ROSSITER: It makes me feel insane to say that I don’t know if we have mindless fun. The main thing is that everything needs to be a conversation so that if there’s any uncomfortability or disagreement, we have to dig into it and be vulnerable together and get to the heart of an issue between us musically. That’s fucking hard, being super attentive to the life you’re living and it drives me insane sometimes, I wish I knew how to relax again. Tour is mindless fun, you’re just on the road and there’s only the show to think about.
STEREOGUM: You’ve mentioned contemporary artists like Hop Along and Tomberlin and Ian Sweet who are addressing heavy topics in a “responsible” way. Do you find that there’s currently a void of bands that can rock responsibly?
ROSSITER: It’s weird because this record we’re about to release is pretty rock-y and heavy and I don’t hear that as much. I think that’s totally OK. I think we’re in a very difficult transitional phase as a culture. And it’s gonna take sorting out to see what genres stick. It’s funny, we had a moment where, all of a sudden, everyone’s music had to be political whether it was or not. All the press releases had to be political, regardless of the content of the album — you just had to find an angle that people could grab onto in order to write about it.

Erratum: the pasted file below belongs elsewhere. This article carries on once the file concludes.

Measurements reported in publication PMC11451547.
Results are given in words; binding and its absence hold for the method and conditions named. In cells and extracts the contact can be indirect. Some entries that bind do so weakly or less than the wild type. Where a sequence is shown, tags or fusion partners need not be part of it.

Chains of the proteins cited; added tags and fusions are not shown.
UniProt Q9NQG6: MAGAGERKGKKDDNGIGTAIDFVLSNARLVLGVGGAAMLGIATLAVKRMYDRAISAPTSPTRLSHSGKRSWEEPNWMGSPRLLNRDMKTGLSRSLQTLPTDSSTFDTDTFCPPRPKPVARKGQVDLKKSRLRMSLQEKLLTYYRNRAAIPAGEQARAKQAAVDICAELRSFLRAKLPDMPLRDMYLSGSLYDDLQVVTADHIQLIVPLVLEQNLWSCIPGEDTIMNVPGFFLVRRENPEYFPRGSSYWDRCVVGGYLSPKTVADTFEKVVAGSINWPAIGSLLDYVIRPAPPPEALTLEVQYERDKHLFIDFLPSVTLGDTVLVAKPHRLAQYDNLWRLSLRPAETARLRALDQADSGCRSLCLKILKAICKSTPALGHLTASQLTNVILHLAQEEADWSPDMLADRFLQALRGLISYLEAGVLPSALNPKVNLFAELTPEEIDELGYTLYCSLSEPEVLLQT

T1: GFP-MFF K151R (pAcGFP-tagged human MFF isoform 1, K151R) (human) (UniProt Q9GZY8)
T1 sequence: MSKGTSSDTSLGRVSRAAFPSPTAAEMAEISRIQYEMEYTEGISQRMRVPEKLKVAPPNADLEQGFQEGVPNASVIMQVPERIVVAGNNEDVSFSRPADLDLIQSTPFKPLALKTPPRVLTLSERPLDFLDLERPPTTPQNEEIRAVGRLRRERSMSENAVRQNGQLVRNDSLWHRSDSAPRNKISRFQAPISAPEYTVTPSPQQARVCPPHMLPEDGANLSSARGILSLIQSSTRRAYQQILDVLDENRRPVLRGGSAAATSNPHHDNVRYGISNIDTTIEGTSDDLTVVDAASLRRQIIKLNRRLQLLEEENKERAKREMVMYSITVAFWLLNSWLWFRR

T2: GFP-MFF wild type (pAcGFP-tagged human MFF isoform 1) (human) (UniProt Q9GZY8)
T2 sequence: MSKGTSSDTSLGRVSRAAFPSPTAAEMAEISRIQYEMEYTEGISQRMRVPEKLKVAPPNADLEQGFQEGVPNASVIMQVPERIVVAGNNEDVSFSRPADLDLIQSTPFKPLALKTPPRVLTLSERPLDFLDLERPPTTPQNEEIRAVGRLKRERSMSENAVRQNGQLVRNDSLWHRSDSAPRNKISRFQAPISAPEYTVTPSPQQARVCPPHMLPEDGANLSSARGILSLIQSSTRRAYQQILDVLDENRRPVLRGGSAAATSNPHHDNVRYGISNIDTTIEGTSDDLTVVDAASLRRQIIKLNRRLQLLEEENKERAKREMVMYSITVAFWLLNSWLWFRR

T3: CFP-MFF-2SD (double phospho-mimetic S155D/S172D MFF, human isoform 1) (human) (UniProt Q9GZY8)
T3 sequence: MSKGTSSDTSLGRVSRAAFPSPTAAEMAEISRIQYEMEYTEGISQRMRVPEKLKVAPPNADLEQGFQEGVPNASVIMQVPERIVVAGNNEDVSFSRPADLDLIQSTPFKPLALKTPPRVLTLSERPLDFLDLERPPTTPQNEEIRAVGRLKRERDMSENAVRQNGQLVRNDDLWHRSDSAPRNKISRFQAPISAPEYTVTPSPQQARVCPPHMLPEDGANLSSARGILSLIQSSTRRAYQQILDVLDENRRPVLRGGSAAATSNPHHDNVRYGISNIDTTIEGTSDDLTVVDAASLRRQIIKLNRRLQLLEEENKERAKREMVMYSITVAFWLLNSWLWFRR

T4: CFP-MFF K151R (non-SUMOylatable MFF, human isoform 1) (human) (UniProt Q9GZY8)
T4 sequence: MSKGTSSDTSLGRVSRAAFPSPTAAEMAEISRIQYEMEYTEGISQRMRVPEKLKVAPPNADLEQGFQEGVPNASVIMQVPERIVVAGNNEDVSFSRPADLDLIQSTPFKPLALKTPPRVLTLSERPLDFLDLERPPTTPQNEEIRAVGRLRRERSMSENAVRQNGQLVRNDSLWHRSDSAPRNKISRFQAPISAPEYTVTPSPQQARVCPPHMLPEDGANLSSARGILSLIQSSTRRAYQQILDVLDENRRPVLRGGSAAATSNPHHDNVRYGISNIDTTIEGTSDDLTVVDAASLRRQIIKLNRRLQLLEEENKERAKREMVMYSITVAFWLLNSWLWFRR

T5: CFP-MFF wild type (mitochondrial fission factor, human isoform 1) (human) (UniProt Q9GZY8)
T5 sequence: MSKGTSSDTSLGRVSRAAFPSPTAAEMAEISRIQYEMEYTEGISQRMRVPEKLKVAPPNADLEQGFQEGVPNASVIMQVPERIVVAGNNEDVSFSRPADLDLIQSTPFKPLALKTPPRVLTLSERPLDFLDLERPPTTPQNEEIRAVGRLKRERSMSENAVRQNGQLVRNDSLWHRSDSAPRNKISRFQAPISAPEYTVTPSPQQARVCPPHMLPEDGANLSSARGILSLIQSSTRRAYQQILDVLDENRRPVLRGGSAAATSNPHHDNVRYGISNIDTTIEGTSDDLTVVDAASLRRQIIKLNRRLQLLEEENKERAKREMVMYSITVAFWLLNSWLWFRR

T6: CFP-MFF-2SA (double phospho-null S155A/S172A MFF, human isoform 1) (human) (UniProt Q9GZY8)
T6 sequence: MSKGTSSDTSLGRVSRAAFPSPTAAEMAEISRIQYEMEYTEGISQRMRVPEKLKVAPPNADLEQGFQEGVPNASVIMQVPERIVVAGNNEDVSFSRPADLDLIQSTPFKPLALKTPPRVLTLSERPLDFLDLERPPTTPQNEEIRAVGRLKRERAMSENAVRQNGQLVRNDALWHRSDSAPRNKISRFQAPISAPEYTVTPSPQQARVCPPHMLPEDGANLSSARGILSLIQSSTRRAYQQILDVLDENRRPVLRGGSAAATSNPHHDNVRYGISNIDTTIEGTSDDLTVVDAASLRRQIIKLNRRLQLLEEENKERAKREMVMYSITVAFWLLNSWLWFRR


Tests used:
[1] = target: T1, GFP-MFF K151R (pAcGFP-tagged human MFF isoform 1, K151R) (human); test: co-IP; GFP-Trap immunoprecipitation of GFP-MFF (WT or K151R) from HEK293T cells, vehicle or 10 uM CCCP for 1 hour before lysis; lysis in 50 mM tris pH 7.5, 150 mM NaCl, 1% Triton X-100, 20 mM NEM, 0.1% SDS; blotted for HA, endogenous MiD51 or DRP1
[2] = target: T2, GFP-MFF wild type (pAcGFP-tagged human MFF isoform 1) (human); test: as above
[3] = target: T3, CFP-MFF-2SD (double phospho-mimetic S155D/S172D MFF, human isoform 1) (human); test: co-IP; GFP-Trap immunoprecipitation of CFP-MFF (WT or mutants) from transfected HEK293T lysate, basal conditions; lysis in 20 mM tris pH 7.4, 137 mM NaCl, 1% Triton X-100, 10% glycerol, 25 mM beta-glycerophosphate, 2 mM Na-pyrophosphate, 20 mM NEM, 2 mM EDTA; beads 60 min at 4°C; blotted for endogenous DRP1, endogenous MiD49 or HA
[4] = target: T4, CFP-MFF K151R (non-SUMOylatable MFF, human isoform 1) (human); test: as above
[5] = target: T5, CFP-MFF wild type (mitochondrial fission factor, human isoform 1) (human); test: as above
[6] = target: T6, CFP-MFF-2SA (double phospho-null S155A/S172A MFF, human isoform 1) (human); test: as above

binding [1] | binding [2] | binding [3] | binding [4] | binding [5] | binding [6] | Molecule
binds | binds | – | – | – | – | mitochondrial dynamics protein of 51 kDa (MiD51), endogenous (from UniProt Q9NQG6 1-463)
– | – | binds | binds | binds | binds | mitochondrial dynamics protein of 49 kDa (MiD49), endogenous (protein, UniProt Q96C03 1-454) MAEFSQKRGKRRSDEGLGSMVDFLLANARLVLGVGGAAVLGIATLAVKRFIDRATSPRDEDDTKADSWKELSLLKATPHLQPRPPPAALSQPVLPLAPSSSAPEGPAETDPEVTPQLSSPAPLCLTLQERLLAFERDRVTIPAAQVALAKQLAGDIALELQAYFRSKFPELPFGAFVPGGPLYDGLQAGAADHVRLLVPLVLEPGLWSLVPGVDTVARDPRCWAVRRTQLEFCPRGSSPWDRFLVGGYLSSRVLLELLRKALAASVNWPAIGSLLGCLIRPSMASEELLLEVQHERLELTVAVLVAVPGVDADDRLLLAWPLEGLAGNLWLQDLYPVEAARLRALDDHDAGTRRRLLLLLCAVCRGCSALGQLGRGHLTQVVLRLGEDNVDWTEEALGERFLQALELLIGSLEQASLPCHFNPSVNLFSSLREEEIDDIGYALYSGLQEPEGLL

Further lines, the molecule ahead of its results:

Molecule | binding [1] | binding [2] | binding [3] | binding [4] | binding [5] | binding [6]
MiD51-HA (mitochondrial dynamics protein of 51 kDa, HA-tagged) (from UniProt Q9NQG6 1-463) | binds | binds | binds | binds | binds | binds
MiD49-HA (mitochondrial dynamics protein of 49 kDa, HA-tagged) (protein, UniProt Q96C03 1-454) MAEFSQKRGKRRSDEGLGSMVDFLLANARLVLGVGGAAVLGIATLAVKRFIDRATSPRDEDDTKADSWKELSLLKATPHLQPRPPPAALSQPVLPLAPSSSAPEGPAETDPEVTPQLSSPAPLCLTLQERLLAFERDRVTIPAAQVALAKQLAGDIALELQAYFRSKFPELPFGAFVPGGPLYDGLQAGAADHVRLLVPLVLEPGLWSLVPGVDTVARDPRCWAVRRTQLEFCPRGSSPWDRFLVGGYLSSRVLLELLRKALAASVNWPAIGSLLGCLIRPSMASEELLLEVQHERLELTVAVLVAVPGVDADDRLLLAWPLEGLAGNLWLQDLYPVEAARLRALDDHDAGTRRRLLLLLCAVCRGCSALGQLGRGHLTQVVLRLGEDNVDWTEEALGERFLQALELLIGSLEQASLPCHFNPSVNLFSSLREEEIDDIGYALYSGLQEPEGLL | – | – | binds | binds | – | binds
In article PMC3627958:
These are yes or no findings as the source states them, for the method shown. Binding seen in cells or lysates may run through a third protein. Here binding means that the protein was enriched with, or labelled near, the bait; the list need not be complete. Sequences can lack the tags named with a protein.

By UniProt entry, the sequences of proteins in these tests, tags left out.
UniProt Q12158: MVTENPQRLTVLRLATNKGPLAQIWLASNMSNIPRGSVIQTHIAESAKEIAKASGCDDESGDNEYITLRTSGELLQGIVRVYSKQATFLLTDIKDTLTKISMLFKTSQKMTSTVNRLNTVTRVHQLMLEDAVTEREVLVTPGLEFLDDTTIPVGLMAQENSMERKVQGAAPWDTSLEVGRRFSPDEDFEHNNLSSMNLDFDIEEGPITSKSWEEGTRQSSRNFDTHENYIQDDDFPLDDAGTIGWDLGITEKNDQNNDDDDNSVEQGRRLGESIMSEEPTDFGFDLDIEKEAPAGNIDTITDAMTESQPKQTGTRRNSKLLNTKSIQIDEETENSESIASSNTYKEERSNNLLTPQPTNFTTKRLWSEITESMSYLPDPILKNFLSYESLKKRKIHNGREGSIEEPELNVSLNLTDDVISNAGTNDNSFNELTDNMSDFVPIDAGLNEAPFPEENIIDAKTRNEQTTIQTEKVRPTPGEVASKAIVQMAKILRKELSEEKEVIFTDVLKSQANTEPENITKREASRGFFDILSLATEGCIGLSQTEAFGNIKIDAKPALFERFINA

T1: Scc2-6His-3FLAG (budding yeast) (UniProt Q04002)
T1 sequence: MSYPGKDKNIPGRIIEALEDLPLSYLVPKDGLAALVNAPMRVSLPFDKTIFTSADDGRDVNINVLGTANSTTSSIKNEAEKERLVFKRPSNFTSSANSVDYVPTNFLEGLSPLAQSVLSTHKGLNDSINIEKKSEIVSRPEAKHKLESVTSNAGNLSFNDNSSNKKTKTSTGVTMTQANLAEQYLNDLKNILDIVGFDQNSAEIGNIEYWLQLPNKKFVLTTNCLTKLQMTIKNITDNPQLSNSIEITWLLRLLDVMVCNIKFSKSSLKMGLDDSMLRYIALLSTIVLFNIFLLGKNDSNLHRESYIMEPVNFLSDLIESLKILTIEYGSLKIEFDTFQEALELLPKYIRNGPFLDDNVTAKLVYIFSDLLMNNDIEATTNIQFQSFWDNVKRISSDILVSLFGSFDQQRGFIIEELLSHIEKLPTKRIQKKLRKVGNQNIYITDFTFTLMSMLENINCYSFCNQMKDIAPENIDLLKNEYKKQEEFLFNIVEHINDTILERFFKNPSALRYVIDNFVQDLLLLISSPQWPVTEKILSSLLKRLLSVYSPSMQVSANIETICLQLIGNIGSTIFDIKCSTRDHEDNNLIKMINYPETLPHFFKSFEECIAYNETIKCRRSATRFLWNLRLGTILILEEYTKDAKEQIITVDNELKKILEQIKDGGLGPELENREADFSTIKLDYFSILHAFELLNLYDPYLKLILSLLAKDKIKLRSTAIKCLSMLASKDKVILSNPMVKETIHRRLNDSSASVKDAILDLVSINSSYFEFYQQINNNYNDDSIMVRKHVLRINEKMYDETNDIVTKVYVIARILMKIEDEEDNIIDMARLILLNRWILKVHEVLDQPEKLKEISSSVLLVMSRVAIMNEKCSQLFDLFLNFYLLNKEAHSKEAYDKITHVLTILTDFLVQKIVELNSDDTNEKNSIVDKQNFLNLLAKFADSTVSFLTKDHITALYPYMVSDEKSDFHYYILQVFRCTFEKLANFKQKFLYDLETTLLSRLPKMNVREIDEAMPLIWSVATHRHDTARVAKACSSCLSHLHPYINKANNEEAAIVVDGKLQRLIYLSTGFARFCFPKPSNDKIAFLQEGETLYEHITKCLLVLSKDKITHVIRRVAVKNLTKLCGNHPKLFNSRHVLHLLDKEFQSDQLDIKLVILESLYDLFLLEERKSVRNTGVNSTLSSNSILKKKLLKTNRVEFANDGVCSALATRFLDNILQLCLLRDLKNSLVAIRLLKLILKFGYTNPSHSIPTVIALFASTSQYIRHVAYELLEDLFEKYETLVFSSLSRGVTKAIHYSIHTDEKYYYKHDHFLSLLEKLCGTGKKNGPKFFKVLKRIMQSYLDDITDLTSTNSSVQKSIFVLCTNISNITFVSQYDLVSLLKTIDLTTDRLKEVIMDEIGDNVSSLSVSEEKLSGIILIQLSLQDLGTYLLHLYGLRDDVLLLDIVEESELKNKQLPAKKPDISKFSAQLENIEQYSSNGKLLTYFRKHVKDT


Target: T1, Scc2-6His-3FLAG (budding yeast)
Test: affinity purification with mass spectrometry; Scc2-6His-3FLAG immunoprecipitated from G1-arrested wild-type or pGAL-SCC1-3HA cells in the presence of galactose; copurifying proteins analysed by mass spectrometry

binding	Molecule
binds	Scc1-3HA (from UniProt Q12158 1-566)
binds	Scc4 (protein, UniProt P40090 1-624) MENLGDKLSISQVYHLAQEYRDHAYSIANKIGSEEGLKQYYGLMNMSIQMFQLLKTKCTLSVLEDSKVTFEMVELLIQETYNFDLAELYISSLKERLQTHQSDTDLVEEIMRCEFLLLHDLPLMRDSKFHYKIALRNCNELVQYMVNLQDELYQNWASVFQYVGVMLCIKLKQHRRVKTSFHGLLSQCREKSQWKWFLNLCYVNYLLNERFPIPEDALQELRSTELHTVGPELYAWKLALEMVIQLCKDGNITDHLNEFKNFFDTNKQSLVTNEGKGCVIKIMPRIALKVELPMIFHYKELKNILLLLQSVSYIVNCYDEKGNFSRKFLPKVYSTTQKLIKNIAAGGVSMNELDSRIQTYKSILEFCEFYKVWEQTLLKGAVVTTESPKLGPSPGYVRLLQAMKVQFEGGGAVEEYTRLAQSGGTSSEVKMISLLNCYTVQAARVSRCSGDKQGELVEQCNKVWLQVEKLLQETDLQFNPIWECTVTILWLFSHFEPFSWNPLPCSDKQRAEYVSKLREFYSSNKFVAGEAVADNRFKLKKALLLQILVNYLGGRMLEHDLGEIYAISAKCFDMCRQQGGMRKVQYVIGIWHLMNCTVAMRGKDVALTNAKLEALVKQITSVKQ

At first, to me, that was a bummer because some of the stuff was not intended that way and some stuff should just be what it is and it doesn’t have to be political. But now, people are absorbing what the conditions of our world are and that your daily life is political. People are writing music now that is thoughtful and imbued with that sense. I think we’re seeing it is our full being and it is our responsibility as a culture to address this, however faulty or confused or difficult it is. Albums are not perfect, but people are trying, and that is pretty fucking cool to me. And I think there is still heavy music out there, and it’s just learning how to communicate anger and frustration in new ways. The mode of rock that has been passed down is super masculine! And that doesn’t necessarily fit in with the anger that needs to be communicated. There are different modes of heaviness, and we’ll adjust to that, and I’m super interested and excited as to where music’s going. But there is certainly a part of me that misses Cap’n Jazz or even a band like Spitalfield which was straight-up pop-punk breakup tunes.